How To Create A Phased Out Retro Synth Pad With Analog

by Ryan

  • File Under: Tutorials
  • |

Synth pads are versatile little creatures. They can serve as the lush background for a full track, or (in a lot of Ambient music’s case) serve as the front-man on tracks. Either way, pads are fun to program and even funner to play. In this tutorial i’ll show you how to carve out a nice, phase-ey retro synth pad with Ableton’s Analog.



Step 1.)

Start off by dragging a copy of Analog onto a new MIDI track.

Dragging a copy of Ableton's Analog onto a new track.

Simply drag a copy of Analog from Ableton’s device window onto a new MIDI track.


Step 2.)

Program a couple of chords into your piano roll window. I decided on an A Minor to a B Minor Aug5.

The Chords A Minor and B Minor Aug5 are used for this tutorial

The chord sequence I am using for this tutorial. A Minor notes are: A2, C3 and E3. B Minor Aug5 notes are B2, D3 and G3. This sequence is set to a 2 bar loop.

Here is what the sequence sounds like so far:

 

Pretty boring, lets start shaping the sound.


Step 3.)

Next, we’ll quickly change the routing of our newly created Analog synth. Locate the routing section by clicking on the main panel (1) and clicking the “Quick Routing 2″ option (2) under the routing section in the middle of the device.

Showing how to get to the Quick Routing 2 on Ableton's Analog

Changing to Quick Routing 2 allows for both oscillators to be fed directly into their own filter, and finally their own amp section. This means better control over shaping our sound.


Step 4.)

Be sure to activate the second oscillator by clicking the “Osc2″ (1) button at the bottom left of Analog. Also, be sure to lower the volume on each oscillator from 0.0dB to -5.00dB on each.

Lowering the volume on both of our Oscillators in Ableton's Analog

Lowering the volume of both Oscillators in Ableton’s Analog will help prevent some clipping as we sculpt the sound.


Step 5.)

Next, locate both Filter Section 1 (1) and Filter Section 2 (2) (“Fil1″ and “Fil2″) and change Filter 1 Freq knob to 4.0k and Filter 2 Freq knob to 1.0k. This helps to smooth out the sound. After that, be sure to change the filter mode to LP24 on both oscillators for a higher quality filter.

Analog's filter section

Smoothing out the sound with both of Analog’s built in filter sections.

Already you can hear the sound losing some of it’s high end, helping making it sound a bit for lo-fi.

 

Step 6.)

Head over the both oscillator sections and change OSC1′s detune knob to 0.08 and OSC2′s detune knob to -0.05. Also, change OSC2′s wave form to a Square wave.

Analog's 2 oscillators sections

Both of Analog’s oscillator’s are at the heart of shaping your sound based on their selected waveform.

You can hear that adding another oscillator and de tuning them has helped fatten up the sound a bit.

 

Step 7.)

Here is where the real sound shaping starts to take place. Click on Amp1 (1) and bring the attack to 1.0s, the sustain to 1.0, the S.Time to inf s and the release to 1.10. Also, under the Pan Mod and Level Mod settings, change LFO1 to 0.50. Here are the settings for Amp1:

Amp1 section in Analog

The settings on Amp1 for our retro synth pad sound.

On Amp2 (2) your attack should be 2.0, the sustain at 1.00, the S.Time at inf s and the release at 1.10. Have the settings under Pan Mod and Level Mod the same, except invert the settings to -0.50. Here are the settings for Amp2:

Amp2 section in Analog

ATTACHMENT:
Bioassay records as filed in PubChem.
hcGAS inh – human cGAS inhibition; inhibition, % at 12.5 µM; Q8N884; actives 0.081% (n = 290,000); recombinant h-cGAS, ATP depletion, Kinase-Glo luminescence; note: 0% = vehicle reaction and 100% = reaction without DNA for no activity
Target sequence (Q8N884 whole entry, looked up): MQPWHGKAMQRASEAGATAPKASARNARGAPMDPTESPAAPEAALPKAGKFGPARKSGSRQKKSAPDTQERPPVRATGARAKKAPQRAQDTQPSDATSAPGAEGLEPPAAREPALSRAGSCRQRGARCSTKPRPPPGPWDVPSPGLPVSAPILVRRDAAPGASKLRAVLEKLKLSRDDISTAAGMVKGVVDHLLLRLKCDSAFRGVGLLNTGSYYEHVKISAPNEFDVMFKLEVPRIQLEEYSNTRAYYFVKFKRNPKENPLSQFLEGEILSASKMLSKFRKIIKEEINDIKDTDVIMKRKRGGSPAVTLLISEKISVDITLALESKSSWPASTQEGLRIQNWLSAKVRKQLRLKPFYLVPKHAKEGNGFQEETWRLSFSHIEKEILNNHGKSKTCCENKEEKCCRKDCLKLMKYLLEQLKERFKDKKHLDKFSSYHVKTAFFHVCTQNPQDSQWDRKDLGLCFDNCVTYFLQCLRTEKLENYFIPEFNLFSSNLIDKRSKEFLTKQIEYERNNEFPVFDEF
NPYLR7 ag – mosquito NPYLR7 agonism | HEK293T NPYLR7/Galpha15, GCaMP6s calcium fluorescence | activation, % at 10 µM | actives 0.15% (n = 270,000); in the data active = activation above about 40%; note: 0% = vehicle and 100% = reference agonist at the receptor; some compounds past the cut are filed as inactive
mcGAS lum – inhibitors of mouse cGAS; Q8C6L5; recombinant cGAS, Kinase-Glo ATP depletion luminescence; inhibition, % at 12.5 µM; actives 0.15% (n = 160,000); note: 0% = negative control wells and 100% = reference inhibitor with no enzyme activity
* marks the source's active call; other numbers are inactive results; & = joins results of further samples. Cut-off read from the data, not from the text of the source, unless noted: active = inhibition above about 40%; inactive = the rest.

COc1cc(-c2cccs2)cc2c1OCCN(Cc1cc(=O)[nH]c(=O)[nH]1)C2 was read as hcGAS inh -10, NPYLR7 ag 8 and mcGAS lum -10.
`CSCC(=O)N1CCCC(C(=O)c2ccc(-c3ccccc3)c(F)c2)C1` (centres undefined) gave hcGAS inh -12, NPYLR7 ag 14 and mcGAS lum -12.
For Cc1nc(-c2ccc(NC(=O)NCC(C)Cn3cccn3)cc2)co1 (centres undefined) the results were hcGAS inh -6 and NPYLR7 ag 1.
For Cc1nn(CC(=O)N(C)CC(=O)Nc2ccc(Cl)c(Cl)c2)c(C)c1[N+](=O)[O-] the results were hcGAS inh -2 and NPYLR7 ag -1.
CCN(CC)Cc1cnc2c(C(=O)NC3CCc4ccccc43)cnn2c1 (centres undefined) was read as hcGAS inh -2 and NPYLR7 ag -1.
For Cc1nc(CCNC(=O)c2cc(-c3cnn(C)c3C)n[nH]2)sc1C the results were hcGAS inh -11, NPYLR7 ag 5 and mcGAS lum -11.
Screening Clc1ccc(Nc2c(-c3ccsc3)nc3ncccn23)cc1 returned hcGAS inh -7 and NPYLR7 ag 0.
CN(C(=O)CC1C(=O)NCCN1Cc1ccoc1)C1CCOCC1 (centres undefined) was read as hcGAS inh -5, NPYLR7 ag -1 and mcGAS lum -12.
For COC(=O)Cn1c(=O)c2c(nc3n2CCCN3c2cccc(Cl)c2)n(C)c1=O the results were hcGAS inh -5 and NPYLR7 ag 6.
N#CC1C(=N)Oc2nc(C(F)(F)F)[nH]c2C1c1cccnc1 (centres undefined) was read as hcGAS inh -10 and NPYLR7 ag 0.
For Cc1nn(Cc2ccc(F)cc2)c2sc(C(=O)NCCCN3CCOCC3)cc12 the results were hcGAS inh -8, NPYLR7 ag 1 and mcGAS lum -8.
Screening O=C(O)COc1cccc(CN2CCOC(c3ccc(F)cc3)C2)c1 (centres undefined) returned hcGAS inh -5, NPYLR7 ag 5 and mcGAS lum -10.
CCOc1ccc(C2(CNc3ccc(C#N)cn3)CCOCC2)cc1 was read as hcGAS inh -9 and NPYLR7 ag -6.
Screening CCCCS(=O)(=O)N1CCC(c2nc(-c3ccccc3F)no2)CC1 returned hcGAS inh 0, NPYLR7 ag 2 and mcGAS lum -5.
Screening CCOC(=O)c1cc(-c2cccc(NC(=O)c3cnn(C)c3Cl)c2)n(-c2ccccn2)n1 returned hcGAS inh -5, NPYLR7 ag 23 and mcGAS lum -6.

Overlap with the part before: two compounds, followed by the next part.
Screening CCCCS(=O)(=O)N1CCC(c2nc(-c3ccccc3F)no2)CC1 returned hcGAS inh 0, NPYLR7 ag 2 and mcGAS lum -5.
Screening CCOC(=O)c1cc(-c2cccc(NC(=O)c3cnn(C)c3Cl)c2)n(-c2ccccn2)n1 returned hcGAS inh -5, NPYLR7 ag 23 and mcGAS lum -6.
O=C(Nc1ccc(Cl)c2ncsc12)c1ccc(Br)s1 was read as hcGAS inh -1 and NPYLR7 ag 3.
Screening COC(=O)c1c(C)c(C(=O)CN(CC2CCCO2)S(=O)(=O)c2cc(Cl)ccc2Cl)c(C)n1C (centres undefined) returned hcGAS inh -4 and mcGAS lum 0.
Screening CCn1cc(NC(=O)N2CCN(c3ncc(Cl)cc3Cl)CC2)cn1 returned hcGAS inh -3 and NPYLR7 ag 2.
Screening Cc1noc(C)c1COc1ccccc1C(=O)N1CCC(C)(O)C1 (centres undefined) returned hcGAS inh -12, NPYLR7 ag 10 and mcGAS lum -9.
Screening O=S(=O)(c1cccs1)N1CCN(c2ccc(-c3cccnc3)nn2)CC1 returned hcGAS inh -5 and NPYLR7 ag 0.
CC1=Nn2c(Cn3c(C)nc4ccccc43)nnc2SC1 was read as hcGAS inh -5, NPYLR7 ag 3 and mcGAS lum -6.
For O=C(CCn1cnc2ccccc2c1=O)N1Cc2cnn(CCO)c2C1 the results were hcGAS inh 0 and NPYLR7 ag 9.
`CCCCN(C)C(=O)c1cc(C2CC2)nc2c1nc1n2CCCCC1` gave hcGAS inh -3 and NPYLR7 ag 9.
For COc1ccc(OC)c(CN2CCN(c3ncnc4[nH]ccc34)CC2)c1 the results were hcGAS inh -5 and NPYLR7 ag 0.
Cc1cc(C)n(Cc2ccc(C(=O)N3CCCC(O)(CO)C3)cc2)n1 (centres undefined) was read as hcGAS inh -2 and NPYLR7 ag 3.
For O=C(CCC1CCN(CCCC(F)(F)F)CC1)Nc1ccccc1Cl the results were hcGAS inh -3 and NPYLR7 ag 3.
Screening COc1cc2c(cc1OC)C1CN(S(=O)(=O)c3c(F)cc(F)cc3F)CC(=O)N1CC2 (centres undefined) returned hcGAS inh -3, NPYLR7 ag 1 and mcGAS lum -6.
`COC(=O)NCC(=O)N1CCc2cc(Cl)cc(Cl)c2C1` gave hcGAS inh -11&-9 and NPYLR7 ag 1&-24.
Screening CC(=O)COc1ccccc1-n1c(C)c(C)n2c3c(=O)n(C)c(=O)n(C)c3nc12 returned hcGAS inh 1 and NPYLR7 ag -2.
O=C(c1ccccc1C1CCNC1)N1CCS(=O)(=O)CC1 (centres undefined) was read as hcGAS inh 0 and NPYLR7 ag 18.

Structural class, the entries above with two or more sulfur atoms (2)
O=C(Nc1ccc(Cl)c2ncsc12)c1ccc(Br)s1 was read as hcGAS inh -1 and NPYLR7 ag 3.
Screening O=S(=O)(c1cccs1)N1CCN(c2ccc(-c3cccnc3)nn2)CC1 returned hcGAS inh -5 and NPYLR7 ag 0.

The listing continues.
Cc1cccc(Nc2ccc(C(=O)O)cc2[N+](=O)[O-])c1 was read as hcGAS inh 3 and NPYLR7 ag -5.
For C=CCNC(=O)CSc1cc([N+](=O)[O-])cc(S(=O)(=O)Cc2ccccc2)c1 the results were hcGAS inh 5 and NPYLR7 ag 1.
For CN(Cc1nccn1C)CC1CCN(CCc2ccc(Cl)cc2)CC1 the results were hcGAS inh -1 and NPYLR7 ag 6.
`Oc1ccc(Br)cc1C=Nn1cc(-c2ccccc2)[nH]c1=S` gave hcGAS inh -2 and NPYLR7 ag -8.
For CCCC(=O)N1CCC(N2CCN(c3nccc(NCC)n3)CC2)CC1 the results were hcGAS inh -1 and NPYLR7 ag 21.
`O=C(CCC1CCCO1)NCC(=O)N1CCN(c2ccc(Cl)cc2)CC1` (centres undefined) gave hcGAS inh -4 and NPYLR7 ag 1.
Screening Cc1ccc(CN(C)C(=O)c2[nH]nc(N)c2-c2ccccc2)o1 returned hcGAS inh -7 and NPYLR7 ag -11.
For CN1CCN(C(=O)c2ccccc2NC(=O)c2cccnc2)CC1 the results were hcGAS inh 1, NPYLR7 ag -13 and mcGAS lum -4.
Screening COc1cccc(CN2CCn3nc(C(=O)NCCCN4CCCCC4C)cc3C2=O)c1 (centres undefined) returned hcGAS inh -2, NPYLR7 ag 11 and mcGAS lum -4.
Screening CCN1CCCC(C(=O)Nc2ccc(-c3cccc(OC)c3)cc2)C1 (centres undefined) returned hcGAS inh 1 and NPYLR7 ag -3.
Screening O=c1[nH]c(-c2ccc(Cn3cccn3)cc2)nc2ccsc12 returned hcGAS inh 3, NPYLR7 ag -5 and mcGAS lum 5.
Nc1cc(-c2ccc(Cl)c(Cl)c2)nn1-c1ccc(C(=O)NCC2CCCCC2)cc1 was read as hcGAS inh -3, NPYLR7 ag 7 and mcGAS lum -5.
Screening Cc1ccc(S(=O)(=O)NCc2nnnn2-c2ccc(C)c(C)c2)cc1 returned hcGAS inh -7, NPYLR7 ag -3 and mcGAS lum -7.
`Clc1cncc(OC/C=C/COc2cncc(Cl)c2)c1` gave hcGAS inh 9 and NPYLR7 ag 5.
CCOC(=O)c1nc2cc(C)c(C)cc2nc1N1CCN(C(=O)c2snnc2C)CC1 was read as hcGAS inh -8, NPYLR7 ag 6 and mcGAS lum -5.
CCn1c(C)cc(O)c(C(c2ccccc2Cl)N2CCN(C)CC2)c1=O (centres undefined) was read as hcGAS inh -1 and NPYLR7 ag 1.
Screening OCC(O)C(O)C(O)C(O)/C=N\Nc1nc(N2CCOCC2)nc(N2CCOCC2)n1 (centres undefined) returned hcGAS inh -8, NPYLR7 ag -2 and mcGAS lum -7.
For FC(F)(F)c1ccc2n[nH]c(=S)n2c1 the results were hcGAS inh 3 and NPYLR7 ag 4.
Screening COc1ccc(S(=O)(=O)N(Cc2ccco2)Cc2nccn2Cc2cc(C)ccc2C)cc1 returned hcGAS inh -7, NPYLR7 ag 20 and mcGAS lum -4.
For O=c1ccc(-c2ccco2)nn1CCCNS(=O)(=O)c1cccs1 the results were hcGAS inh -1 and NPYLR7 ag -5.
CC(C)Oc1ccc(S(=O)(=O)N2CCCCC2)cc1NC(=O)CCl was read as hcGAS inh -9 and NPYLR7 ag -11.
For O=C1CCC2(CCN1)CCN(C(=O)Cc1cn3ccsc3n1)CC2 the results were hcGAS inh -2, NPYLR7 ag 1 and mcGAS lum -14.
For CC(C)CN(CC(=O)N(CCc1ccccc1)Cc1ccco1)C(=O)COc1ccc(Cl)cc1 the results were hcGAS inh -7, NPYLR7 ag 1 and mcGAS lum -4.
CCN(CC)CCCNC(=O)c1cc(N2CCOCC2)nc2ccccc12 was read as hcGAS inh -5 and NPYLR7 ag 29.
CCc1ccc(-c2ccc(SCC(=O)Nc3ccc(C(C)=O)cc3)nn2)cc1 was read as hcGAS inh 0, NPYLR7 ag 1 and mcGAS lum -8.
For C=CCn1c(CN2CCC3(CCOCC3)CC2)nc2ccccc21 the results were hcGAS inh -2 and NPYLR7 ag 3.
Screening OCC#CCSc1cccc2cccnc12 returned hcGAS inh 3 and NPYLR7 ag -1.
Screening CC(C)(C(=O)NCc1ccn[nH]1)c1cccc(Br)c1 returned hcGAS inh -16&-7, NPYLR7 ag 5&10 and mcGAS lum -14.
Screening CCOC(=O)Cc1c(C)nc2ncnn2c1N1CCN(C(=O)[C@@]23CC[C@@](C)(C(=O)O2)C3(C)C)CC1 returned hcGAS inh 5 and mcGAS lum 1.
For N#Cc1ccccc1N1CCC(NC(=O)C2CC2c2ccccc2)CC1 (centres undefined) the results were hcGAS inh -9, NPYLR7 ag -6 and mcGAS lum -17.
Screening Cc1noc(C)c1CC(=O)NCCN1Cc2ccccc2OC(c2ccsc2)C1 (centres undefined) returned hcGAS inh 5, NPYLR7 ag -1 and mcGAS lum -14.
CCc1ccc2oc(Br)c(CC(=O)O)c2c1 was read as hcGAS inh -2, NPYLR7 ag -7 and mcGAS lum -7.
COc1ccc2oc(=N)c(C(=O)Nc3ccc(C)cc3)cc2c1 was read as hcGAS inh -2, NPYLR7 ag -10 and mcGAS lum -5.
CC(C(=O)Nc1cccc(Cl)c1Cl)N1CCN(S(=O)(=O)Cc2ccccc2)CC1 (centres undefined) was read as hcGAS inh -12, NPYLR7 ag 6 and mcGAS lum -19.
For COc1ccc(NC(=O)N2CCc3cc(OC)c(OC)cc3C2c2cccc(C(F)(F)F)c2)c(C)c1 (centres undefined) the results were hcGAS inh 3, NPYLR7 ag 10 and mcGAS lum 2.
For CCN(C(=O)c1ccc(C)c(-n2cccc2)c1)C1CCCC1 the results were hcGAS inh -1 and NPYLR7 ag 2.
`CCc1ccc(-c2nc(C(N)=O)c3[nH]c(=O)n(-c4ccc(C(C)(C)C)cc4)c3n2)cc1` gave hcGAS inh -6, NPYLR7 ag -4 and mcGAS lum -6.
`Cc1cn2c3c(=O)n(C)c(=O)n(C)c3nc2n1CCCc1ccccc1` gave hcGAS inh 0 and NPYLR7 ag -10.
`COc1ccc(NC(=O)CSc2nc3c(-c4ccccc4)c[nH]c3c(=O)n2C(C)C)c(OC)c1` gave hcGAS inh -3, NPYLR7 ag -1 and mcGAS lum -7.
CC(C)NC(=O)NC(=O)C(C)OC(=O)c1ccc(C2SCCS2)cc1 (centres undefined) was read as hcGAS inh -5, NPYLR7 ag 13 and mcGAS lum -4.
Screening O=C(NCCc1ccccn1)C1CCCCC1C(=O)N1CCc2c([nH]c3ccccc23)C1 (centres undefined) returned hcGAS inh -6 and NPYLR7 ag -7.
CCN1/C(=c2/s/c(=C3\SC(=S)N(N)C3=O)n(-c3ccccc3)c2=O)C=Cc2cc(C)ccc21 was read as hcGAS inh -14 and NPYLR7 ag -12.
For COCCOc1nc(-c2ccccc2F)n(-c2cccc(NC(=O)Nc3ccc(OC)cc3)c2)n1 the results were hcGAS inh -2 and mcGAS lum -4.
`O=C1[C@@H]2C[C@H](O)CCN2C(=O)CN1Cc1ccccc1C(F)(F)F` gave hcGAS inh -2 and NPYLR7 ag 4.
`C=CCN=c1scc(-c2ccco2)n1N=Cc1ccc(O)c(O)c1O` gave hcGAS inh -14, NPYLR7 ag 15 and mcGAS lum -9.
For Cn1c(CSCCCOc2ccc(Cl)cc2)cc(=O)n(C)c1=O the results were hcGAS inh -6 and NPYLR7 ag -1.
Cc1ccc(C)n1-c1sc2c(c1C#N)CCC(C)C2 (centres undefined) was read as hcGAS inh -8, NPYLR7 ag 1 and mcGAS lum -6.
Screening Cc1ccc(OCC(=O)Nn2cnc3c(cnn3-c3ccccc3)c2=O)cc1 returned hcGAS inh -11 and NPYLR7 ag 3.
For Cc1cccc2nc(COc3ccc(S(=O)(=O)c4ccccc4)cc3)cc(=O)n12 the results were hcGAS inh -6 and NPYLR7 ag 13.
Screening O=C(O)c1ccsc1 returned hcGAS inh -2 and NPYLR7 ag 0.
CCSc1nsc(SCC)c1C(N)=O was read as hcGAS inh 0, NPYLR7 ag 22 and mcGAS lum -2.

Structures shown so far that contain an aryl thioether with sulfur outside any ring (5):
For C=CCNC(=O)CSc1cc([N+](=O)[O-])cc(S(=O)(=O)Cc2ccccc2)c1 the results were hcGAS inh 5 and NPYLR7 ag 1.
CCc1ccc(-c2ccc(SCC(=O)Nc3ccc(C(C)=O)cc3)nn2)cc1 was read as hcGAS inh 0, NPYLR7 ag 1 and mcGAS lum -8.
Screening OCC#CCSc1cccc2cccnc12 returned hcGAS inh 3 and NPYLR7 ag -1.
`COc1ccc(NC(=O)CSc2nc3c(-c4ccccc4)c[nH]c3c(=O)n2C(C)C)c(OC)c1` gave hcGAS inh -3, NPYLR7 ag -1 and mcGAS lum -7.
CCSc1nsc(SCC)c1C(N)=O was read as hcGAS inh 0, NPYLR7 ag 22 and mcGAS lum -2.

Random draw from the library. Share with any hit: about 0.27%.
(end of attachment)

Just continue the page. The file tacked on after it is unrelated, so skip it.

Fine tuning each Amp section gives unlimited amounts of control over the shape of your sound.

We are getting closer to the desired sound:

 

Step 8.)

Now for a little tweaking on both of Analog’s LFOs. Both LFOs (1) and (2) will have the same exact settings so this is pretty straightforward. Start off by both activating the LFOs by clicking the LFO buttons green. Next click the music note to change their rate to tempo match. Lastly, both change rate knobs to 1/4.

Analog's LFO section

Activating the LFO ensures that the settings we made in our amp section will give us a hazy rotating effect.

Here is the aforementioned sound:

 

Step 9.)

Lastly, the effects chain. We’re going to drop a copy of Ableton’s “Phaser” on the track with the preset “Acoustic Cascade” with the Dry/Wet knob dropped down to about 35% (we will go into a more in depth tutorial on the phaser at a later date).

Settings using the Phaser's 'Acoustic Casecade' preset.

For now, the “Acoustic Casecade” preset works fine for the desired sound. Be sure to keep the Dry/Wet knob around 35% for a more subtle sound.

Here is the final result:

 

So there it is. A pretty retro-fied Analog synth pad. Let me know what synth/settings you like to use for your pads.


8 Responses to “How To Create A Phased Out Retro Synth Pad With Analog”

  1. Adam Says:

    November 13th, 2010 at 12:11 am

    Yay a new tutorial !
    Reminds me of Alhpaville :)

    Cheers my friend, once again, please don’t stop !

  2. Javier Rivero Says:

    November 14th, 2010 at 9:05 am

    What Adam said!

  3. Alex Says:

    March 19th, 2011 at 11:20 pm

    What Javier said!

  4. Misha Says:

    April 26th, 2011 at 12:42 pm

    You said “change osc 2 to a saw wave” but you meant to say “square wave”

    Nice tut btw

  5. Tim Says:

    September 24th, 2011 at 7:59 am

    This blog is amazing. Keep up the great work.

  6. Kaz Says:

    June 13th, 2012 at 6:28 pm

    Awsome! Thank you again. I’ve been wondering how to get that airy pad sound.

  7. Jake Says:

    September 20th, 2012 at 2:35 pm

    I had no idea where to even start with making a synth, this is really going to help a lot! thank you so much

  8. Vios Says:

    October 17th, 2012 at 7:59 pm

    I love analog and I love your explanation! For those that are looking for more analog tutorials, I recommend looking at:

    http://www.abletonproductiontutorials.com/tag/analog/

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